When the rank is sufficiently large, we assume the estimated signal contains all signal components of the originally observed noisy data and contains less noise than the observed data. To further suppress the residual noise in the estimated signal, we re-analyze in detail. We can express the newly estimated signal as:
Following Chen et al. (2016c) and Huang et al. (2016), can be approximated as:
Considering that , , and , equation 30 can be expressed as:
There are two main advantages of the optimally damped rank reduction method. First, compared with the traditional and damped rank-reduction methods, the optimally damped rank reduction method is insensitive to the rank parameter, making it nearly an adaptive method for rank reduction based seismic denoising and reconstruction. This advantage is important because one of the most troublesome problems in processing complicated seismic data is the selection of the rank. A large rank tends to result in significant residual noise while a small rank tends to damage useful signals. This parameterization problem becomes more seriously when the rank reduction method is applied locally in windows. Because of the insensitivity to rank of the proposed method, one can choose a relatively large rank for all complicated datasets or local patches. Secondly, compared with the optimal weighting based rank reduction method, the proposed method can further suppress the noise components that reside mostly in the smaller singular values. The damping operator is data-driven and can adaptively separate signal and noise in the singular value spectrum further after the optimal weighting.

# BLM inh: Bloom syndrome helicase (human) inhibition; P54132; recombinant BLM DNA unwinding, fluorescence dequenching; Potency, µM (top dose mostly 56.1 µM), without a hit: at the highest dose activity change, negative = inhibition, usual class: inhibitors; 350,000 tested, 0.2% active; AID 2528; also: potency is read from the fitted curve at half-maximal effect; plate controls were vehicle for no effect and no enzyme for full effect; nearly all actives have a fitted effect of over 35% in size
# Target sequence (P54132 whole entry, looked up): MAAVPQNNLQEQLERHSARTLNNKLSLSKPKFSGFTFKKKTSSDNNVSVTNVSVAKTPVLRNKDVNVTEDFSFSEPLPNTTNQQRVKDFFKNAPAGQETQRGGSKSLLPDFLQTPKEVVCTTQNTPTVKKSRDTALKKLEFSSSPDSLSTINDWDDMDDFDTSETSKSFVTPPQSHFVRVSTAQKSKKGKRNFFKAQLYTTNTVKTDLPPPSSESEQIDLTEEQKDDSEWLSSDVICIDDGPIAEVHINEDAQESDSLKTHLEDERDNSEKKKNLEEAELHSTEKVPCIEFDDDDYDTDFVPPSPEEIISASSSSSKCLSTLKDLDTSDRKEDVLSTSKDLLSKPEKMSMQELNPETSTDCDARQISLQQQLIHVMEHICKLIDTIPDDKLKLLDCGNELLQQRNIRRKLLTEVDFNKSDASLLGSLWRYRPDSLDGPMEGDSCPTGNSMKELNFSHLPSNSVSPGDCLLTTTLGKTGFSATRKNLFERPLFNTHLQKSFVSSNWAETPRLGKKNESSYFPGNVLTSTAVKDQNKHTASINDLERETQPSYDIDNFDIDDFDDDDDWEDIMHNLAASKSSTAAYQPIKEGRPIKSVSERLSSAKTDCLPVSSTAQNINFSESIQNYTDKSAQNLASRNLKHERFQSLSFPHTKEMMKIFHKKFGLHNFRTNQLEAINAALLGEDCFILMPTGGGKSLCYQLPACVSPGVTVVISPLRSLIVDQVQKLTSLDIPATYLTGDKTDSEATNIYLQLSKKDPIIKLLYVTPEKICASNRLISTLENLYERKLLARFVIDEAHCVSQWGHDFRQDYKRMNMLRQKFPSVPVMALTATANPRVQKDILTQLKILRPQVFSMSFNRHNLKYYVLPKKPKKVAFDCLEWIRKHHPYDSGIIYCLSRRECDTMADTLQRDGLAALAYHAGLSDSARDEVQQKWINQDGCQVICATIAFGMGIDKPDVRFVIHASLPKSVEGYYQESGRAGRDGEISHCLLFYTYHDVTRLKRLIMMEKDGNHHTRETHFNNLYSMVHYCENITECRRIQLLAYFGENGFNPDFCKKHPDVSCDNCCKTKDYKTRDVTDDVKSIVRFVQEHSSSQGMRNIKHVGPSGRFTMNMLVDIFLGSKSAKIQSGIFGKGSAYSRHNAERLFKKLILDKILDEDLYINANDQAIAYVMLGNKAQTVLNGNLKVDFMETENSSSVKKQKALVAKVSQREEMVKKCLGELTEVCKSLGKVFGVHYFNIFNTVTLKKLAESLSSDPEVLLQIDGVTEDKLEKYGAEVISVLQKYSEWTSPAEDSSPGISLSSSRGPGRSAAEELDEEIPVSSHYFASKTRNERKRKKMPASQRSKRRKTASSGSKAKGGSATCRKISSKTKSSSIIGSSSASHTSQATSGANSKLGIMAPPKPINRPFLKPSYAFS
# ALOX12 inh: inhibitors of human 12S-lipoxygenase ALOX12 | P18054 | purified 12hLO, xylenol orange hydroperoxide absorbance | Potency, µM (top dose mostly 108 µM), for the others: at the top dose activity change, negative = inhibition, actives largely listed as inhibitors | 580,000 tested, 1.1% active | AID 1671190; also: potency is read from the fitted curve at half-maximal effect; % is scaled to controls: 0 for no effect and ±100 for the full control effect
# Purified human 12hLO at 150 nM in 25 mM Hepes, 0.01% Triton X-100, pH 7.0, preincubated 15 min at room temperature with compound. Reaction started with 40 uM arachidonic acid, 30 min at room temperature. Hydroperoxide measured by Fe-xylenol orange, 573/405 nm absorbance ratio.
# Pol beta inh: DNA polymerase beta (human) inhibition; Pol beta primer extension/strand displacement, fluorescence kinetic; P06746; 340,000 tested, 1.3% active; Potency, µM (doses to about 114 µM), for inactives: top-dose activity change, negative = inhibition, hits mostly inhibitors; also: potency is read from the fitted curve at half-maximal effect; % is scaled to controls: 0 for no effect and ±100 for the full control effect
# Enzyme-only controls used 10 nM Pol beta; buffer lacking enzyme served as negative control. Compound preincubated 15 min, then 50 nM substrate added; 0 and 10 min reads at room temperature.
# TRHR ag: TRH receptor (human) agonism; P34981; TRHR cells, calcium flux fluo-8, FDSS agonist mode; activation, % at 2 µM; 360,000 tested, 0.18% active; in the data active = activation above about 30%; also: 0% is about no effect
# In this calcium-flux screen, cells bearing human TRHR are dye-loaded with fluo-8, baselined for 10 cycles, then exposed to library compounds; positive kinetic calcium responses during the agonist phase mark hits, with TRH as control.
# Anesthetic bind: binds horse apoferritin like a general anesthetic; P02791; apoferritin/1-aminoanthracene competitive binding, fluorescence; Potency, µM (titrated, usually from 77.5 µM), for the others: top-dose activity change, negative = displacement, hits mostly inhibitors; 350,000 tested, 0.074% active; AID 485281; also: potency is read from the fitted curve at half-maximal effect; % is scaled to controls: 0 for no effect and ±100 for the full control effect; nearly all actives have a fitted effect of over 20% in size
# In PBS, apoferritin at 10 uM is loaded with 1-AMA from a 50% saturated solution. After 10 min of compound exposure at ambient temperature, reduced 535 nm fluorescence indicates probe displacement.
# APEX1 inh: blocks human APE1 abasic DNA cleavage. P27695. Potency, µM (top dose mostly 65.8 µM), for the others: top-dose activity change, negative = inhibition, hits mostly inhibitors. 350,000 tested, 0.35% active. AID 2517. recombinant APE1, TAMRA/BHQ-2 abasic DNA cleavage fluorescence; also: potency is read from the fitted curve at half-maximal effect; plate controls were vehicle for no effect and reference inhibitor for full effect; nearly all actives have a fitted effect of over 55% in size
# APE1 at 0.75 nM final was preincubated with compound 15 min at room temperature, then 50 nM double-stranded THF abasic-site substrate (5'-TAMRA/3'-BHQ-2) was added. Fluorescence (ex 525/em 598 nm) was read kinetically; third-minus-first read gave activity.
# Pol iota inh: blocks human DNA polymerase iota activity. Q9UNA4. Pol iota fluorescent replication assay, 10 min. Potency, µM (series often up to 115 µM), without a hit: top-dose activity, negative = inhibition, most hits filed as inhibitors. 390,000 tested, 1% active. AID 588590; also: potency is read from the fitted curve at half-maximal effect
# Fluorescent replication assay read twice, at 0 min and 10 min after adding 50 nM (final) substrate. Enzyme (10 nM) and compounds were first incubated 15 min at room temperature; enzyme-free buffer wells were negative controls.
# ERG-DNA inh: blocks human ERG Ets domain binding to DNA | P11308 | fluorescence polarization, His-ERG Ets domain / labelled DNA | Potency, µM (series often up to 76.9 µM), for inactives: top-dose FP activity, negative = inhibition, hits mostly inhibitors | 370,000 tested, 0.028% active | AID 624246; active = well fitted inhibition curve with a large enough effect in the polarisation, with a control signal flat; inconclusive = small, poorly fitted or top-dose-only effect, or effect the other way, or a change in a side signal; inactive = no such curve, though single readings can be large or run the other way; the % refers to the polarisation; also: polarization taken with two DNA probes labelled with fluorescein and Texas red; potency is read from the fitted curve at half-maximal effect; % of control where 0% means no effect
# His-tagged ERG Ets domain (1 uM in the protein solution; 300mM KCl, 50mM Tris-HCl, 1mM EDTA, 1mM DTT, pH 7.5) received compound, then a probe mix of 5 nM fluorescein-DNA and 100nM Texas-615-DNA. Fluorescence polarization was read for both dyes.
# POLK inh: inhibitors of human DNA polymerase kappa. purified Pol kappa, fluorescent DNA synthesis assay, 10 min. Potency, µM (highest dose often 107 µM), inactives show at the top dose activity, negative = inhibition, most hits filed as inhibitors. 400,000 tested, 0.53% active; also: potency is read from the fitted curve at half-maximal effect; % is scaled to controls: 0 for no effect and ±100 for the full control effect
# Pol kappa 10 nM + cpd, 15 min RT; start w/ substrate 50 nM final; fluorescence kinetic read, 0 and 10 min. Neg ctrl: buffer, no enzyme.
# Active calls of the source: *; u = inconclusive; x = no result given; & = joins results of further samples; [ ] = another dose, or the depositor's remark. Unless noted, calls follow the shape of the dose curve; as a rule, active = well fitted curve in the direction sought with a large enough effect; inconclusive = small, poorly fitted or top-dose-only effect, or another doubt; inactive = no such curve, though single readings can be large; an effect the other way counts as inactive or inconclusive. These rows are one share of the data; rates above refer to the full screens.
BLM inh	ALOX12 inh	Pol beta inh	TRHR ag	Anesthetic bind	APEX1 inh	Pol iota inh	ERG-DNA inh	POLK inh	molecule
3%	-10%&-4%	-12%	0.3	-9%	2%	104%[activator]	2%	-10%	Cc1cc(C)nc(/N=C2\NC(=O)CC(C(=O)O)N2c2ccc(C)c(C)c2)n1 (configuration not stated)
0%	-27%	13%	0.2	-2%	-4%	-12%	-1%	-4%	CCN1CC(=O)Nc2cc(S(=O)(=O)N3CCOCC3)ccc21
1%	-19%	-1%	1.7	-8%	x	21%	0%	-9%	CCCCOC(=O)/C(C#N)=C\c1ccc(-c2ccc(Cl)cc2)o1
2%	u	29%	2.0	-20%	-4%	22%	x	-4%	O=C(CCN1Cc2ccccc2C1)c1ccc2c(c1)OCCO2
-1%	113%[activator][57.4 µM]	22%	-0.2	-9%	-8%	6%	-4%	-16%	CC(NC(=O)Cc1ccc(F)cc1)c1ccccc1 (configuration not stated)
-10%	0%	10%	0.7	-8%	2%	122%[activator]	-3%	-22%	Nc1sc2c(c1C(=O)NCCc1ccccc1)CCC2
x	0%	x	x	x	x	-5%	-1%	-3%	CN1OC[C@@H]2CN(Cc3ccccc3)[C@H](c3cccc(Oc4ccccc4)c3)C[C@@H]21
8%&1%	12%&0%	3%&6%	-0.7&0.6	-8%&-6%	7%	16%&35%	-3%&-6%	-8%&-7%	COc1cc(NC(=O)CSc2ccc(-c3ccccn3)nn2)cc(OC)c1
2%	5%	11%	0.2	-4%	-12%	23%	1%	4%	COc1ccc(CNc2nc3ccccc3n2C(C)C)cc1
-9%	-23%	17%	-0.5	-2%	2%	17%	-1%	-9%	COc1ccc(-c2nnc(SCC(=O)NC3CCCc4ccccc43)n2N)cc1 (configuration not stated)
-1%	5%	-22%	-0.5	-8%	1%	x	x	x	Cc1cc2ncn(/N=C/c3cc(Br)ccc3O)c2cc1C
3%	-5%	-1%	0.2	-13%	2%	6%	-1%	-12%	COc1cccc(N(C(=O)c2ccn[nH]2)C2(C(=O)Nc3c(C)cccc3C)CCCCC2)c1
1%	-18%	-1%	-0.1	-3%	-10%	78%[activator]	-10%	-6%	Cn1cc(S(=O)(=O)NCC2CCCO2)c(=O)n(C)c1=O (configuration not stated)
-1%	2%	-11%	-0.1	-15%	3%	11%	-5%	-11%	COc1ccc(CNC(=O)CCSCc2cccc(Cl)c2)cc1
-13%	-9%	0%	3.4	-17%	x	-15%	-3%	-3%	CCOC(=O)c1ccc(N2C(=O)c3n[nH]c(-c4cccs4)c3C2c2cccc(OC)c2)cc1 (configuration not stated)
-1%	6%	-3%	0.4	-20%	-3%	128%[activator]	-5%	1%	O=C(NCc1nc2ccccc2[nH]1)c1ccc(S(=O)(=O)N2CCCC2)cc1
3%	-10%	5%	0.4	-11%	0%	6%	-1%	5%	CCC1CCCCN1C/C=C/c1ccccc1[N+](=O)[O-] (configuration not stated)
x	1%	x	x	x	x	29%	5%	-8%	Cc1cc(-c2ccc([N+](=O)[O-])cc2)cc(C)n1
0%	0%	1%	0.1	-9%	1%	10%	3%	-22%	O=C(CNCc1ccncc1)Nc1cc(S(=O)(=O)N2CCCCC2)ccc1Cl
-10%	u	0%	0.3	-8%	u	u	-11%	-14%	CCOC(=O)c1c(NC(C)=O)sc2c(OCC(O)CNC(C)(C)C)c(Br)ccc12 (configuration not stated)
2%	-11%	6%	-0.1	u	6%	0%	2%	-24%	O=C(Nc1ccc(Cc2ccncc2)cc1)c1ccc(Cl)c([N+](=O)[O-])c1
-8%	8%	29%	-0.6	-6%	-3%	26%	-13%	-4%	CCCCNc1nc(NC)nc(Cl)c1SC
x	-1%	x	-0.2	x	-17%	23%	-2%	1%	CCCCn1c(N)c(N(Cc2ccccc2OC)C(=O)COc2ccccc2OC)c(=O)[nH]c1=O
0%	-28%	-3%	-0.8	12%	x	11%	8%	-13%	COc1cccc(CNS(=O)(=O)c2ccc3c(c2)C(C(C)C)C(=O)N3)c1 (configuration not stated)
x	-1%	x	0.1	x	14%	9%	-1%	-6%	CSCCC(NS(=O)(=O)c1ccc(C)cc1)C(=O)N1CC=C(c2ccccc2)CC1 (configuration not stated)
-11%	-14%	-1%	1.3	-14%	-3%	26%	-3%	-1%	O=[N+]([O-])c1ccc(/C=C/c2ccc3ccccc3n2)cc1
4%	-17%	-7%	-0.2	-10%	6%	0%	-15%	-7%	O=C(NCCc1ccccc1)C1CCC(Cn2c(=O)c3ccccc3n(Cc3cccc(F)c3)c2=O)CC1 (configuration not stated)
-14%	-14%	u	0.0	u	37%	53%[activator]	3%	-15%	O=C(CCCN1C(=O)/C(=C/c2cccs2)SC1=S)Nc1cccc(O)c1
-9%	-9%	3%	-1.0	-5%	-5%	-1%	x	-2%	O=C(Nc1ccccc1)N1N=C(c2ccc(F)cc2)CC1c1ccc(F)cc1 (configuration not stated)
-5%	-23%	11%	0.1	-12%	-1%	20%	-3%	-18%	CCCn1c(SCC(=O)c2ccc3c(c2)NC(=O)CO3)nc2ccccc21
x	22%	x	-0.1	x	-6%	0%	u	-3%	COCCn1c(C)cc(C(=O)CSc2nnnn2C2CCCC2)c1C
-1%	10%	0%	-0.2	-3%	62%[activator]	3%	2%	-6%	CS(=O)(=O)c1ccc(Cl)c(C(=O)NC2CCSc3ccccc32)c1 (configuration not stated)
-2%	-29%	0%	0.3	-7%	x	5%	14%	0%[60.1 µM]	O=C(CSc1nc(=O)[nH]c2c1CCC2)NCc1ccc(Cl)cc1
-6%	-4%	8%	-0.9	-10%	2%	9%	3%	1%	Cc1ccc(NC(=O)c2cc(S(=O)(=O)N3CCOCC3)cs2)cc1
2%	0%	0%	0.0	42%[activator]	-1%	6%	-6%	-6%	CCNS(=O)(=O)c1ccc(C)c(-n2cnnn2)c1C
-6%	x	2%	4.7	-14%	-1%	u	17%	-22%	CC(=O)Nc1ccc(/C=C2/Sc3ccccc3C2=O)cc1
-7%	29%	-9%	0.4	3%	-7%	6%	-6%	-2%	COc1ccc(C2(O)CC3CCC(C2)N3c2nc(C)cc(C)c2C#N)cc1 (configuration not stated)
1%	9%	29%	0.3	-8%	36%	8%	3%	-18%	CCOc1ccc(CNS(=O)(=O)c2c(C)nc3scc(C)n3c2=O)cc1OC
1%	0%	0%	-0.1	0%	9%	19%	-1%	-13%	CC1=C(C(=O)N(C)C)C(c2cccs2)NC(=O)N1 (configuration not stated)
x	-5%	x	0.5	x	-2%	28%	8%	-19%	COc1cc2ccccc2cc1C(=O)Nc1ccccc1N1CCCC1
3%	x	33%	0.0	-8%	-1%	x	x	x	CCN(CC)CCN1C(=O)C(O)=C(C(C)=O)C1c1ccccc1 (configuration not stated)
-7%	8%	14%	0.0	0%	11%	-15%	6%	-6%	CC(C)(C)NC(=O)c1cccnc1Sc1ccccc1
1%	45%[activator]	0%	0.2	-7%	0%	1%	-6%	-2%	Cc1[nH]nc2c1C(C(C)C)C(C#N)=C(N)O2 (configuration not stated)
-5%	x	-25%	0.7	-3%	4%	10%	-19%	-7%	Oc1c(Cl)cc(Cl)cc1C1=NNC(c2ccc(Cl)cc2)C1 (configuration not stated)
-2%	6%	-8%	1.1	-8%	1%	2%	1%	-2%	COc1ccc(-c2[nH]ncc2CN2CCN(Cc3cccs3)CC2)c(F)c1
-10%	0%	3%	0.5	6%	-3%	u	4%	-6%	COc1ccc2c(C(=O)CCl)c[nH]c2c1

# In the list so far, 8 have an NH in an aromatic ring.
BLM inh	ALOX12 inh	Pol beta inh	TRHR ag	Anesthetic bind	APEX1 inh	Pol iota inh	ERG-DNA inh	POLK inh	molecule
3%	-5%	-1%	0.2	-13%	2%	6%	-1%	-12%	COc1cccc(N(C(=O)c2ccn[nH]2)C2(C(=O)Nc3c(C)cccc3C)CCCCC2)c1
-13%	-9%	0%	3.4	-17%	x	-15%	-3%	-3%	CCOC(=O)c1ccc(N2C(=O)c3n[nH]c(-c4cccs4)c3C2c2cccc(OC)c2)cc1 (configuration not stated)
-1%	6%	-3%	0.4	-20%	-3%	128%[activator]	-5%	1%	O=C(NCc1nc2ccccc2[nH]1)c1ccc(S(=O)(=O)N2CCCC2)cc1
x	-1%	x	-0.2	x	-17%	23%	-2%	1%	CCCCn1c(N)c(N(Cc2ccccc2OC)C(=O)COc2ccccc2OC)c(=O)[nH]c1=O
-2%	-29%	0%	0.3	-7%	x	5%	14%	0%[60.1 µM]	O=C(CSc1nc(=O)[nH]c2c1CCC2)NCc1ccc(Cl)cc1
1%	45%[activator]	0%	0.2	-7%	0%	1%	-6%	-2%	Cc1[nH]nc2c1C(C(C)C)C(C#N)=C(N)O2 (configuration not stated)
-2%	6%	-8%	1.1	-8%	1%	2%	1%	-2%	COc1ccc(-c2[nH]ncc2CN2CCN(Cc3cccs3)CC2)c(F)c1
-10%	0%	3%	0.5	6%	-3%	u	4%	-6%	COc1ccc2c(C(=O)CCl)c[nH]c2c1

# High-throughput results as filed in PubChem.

In the rank-reduction methods, construction of the level-four Hankel matrix is very computationally expensive. Recent advances in the rank reduction based methods show that the construction of the block Hankel matrix is not required. These methods exploit the structure of such matrices to avoid explicitly forming these matrices prior to factorization (Cheng and Sacchi, 2016; Lu et al., 2015). When factorizing data using only 1 or 2 spatial dimensions these approaches are not necessary, but moving to 3 or 4 spatial dimensions is not computationally feasible without considering matrix free approaches. In the current stage, we cannot move from the SVD-based method to SVD-free method because the damping operation has not been derived for the SVD-free case. Although it takes a large computational cost and is not very practically for the time being, it is still a promising algorithm. We will keep on investigating the acceleration of the current algorithm and make it computationally feasible in the future.